Unlike some zinfandels, the Smoking Loon wasn ?t especially fruity. I ?m beginning to think that lack of fruit is a function of the 2006 vintage in California, since this wasn ?t the first time I ?ve noticed it. But this was not a problem, since the wine was spicy and brambly ?- just the way zinfandel should be. It ?s a contender for next year ?s $10 Hall of Fame. Serve this with barbecue, pizza and burgers.

Wine of the week: Rene Barbier Mediterranean White NV

image My specialty is $10 wine, but even I’m surprised when I find quality wine for much less than $10. Below that price, producers are more concerned with profit margins than with quality, and much-sub $10 wine tastes like it. The reds are harsh and raw, and the whites are green and unripe. The alternative is sugaring the wine to mask those flavors, and that brings unpleasantness all its own.

Which is why I was stunned to find the Barbier ($4.99 at World Market) during my research for a $6 wine story that will run in the Star-Telegram in Fort Worth next week. It’s terrific — clean and crisp, with lemon, some minerality and a floral aroma. It ?s made with the same grapes used in Spanish sparkling wine like Cristalino, though it tastes quite different. Serve it as a porch sipper or with anything made with garlic and parsley. It will also pair well with Fourth of July grilled chicken. One caveat: Make sure it’s well chilled. The warmer the wine gets, the thinner and less interesting it tastes.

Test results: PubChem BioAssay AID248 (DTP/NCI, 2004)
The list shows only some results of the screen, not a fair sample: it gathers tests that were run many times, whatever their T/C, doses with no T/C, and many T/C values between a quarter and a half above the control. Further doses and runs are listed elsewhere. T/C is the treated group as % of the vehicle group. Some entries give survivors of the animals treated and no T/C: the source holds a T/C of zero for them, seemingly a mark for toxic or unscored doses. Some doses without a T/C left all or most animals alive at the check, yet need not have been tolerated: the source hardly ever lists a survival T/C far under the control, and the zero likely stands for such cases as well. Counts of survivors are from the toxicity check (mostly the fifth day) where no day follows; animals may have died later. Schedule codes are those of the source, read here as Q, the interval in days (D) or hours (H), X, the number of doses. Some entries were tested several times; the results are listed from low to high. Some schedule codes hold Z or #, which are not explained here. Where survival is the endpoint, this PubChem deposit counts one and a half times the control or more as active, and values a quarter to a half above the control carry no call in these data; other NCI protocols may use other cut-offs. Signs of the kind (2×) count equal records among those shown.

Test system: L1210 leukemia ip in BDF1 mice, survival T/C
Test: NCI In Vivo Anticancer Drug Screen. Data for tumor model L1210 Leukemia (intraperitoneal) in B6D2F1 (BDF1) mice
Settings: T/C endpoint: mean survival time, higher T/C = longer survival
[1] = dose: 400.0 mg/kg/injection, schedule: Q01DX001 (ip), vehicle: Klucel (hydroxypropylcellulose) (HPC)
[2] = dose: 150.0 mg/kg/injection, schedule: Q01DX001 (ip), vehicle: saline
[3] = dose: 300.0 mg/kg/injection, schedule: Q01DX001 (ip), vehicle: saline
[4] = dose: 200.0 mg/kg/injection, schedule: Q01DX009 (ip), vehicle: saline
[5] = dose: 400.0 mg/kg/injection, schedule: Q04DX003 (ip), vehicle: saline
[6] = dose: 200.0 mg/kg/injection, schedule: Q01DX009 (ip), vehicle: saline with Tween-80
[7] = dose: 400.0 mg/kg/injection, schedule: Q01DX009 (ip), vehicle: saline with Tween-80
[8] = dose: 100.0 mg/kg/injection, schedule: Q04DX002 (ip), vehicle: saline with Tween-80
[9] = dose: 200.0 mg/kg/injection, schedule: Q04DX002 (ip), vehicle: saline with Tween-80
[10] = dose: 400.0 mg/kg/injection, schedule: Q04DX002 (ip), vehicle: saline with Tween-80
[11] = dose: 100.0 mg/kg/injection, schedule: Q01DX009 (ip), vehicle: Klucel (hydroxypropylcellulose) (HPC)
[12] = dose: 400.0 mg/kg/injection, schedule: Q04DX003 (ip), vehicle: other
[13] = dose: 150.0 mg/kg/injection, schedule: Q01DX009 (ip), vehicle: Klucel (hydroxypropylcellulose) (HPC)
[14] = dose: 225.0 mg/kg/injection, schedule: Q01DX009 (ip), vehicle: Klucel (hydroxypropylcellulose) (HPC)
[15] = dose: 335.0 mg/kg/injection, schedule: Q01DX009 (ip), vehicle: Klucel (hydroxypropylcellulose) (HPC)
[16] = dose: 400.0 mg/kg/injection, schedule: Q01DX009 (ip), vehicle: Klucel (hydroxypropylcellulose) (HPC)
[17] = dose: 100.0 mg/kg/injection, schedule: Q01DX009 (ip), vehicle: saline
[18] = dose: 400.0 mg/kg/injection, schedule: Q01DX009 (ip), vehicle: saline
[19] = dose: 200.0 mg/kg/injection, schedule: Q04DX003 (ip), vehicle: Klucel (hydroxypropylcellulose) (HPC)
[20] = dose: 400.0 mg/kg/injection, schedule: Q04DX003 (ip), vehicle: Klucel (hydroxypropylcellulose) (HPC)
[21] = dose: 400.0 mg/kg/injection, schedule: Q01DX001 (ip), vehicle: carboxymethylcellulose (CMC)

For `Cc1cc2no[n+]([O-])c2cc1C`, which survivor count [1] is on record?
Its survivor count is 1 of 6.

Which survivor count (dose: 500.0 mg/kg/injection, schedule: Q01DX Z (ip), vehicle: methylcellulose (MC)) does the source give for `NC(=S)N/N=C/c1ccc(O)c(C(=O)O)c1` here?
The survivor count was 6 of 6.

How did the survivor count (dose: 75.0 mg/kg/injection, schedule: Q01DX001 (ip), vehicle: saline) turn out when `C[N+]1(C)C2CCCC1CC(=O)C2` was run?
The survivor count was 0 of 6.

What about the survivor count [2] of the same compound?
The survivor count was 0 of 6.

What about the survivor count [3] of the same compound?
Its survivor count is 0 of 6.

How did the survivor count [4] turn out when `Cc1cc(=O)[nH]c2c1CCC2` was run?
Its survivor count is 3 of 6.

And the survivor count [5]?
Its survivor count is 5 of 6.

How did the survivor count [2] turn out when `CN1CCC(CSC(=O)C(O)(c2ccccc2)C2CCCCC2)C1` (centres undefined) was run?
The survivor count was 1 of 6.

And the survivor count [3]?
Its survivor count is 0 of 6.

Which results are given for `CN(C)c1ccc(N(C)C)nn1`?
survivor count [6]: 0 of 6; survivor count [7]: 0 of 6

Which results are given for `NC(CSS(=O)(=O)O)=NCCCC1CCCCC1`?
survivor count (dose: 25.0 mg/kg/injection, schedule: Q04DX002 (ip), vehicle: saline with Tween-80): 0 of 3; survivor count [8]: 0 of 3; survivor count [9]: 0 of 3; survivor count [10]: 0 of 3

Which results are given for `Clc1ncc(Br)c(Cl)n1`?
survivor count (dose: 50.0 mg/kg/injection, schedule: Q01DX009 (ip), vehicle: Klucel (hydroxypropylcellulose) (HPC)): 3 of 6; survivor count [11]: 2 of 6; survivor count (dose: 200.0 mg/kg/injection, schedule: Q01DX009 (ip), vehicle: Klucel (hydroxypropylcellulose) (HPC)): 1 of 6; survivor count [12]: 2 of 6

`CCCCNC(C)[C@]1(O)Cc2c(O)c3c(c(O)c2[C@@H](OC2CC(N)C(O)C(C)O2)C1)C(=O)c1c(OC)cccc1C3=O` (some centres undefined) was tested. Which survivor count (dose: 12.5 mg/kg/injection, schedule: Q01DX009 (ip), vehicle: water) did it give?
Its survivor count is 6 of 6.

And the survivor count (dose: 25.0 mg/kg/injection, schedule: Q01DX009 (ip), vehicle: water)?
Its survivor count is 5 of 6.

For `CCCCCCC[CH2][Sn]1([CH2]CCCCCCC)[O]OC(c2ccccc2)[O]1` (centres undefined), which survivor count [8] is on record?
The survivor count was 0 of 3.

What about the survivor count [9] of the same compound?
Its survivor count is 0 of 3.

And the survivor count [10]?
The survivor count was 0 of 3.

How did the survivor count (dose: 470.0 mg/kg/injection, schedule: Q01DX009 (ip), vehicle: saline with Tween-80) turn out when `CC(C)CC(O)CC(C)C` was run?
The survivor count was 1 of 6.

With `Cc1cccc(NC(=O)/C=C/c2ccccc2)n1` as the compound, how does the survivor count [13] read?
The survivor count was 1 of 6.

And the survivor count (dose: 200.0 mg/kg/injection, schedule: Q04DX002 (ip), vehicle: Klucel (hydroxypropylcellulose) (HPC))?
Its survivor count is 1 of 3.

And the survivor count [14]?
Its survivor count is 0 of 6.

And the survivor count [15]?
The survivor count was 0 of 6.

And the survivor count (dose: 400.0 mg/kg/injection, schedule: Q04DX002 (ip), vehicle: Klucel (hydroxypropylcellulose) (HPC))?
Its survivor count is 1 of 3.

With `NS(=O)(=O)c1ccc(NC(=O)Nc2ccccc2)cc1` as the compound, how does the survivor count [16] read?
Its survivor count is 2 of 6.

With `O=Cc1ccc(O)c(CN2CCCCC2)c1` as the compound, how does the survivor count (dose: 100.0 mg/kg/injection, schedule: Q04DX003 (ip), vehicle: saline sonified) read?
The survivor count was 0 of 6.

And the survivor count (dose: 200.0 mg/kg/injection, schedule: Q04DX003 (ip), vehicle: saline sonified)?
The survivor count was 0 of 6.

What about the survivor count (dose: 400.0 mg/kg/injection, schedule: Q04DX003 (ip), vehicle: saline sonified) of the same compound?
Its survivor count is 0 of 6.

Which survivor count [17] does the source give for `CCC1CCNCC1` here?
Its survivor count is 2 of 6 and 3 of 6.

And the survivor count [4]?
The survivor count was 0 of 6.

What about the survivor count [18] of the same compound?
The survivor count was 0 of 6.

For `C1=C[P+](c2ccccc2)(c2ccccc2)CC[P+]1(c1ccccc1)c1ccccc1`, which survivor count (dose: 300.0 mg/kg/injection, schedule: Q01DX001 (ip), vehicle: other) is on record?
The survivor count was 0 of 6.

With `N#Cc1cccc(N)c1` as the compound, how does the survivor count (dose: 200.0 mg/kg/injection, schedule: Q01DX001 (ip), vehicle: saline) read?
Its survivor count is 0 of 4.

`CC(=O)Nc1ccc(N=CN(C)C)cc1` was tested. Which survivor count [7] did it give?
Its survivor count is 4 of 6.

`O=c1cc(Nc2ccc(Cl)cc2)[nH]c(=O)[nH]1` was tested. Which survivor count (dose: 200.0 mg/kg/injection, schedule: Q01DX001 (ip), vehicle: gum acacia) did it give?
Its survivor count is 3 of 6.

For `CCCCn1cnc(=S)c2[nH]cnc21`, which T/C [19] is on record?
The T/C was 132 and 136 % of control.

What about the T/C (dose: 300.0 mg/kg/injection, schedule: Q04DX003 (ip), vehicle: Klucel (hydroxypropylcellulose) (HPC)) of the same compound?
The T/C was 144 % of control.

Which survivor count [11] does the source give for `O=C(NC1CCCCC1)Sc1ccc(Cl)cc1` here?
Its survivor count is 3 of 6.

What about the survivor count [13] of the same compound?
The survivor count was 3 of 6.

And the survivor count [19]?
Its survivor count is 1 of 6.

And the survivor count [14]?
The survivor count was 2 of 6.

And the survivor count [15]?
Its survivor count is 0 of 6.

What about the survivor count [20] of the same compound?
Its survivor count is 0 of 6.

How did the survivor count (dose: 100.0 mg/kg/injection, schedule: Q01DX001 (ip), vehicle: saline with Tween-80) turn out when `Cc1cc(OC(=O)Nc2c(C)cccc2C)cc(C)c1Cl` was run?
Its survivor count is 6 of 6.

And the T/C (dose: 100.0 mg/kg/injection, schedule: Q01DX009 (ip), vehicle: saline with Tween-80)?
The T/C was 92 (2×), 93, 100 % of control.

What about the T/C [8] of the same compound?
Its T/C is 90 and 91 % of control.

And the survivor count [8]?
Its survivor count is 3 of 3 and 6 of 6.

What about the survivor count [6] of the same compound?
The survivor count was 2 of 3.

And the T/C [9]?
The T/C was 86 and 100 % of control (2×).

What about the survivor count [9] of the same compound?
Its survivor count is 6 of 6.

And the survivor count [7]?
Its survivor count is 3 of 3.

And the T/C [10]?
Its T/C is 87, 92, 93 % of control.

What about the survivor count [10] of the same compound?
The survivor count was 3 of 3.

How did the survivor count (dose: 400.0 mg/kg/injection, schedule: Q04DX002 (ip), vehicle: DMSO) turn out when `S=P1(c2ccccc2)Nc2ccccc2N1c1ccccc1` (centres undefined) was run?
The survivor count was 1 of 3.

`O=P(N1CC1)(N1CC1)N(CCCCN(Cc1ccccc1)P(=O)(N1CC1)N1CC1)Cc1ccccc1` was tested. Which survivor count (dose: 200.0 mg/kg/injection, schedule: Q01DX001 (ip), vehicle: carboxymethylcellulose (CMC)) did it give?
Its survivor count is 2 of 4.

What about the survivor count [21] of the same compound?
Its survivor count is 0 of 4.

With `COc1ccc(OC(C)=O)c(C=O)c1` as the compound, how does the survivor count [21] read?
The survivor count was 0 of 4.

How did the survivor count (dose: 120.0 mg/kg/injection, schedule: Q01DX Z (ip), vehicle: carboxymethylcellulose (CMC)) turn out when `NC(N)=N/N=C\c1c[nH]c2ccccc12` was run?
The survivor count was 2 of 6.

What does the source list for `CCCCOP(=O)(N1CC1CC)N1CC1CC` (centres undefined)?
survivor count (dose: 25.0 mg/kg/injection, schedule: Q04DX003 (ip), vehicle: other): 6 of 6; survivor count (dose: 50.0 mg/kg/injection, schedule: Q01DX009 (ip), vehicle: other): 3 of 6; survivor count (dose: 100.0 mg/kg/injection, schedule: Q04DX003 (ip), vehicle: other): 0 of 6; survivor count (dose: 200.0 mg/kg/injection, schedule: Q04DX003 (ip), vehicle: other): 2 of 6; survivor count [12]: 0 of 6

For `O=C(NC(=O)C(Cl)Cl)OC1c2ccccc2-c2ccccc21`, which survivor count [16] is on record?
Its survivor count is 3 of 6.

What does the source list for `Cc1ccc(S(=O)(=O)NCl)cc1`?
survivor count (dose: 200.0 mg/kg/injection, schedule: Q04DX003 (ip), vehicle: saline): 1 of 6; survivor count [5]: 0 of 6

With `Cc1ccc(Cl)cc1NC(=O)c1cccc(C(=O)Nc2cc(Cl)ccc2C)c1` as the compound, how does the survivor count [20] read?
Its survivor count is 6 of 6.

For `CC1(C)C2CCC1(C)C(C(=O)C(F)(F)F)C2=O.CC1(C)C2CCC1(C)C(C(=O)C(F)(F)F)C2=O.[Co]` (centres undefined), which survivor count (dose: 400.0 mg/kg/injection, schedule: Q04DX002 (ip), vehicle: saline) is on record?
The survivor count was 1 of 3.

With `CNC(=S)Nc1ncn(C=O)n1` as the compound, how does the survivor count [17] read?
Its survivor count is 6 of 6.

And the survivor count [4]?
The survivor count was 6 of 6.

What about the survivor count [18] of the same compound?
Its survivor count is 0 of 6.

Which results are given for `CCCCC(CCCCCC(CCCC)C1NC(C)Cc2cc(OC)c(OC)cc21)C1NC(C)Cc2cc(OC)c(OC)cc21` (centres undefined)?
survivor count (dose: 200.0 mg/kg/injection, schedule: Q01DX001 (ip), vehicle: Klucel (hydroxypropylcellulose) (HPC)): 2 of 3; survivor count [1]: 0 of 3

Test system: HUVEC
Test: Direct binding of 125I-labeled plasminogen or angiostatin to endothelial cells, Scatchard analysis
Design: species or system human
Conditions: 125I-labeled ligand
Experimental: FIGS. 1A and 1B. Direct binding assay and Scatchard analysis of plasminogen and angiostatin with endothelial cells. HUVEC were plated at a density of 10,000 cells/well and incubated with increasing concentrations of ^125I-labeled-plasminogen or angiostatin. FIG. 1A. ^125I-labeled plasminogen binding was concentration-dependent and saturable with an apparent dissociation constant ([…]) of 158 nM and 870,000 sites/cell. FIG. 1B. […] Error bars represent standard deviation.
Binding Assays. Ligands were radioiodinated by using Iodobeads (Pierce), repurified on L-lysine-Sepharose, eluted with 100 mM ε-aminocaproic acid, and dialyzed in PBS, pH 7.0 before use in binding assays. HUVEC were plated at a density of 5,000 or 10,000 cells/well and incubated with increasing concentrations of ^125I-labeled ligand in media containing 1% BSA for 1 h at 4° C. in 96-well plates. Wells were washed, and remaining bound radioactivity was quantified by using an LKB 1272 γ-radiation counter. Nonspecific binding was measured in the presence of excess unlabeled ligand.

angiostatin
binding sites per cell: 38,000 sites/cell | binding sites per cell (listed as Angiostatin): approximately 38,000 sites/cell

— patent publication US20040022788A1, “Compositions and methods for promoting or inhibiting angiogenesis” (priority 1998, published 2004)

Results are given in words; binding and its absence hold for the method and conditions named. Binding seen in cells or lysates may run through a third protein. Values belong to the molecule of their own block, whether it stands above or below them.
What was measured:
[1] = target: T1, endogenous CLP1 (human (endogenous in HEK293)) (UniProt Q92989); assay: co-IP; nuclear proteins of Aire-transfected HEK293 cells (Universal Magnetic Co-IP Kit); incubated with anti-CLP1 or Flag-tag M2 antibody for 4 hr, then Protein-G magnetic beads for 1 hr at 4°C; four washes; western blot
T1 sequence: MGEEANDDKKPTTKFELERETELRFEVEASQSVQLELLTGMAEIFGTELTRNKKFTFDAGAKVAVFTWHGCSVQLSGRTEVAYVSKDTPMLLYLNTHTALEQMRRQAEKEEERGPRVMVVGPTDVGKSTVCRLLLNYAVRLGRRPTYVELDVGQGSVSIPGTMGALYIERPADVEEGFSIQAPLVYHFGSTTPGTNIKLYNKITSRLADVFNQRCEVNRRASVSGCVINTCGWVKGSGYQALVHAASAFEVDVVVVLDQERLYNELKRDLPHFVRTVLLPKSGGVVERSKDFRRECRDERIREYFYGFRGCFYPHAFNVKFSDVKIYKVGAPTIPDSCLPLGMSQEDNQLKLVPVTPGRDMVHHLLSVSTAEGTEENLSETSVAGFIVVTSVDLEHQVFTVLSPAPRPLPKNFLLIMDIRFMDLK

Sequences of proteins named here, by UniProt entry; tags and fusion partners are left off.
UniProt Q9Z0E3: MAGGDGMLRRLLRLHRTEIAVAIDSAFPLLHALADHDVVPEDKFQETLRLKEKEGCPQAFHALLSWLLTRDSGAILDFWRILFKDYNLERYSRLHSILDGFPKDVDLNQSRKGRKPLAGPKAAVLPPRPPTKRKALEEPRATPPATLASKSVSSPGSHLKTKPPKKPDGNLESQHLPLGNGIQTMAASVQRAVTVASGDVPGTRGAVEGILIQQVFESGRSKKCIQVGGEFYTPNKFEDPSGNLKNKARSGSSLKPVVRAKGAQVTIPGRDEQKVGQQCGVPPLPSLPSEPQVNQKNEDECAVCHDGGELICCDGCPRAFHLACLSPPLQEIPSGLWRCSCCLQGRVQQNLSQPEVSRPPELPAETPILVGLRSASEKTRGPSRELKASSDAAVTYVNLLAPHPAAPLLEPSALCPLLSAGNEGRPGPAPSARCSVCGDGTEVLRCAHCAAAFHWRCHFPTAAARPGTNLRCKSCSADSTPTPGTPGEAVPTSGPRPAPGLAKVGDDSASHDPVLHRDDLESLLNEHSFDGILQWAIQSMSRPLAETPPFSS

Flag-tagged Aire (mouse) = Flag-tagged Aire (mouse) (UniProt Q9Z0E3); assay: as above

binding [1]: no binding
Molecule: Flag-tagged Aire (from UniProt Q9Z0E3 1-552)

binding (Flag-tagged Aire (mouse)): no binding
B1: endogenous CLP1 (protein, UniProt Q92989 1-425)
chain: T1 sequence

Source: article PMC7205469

Wine of the week: Robert Skalli South of France Chardonnay 2006

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French wine, regardless of quality, has become ridiculously expensive. (Think weak dollar.) So when I tasted this chardonnay last week at a Skalli wine lunch, I could hardly wait to write about it.

It's well-made. It combines classic French style with a touch of New World green apple fruit. And, at $18, it's not ridiculously expensive.

How does winemaker Laurent Sauvage do it? He uses grapes from a less expensive region of France, the Languedoc, and can pick and choose which grapes to use to ensure the best quality. Because he is French, he understands the proper use of oak. Combine all that with vineyard management techniques that focus on maintaining acid levels instead of getting high alcohol, and you have a winner.

How big a hit was this wine? We had eight wines to choose from for lunch, and almost everyone picked the chardonnay. We ate it with chicken breasts in a dill sauce, and it was a smash.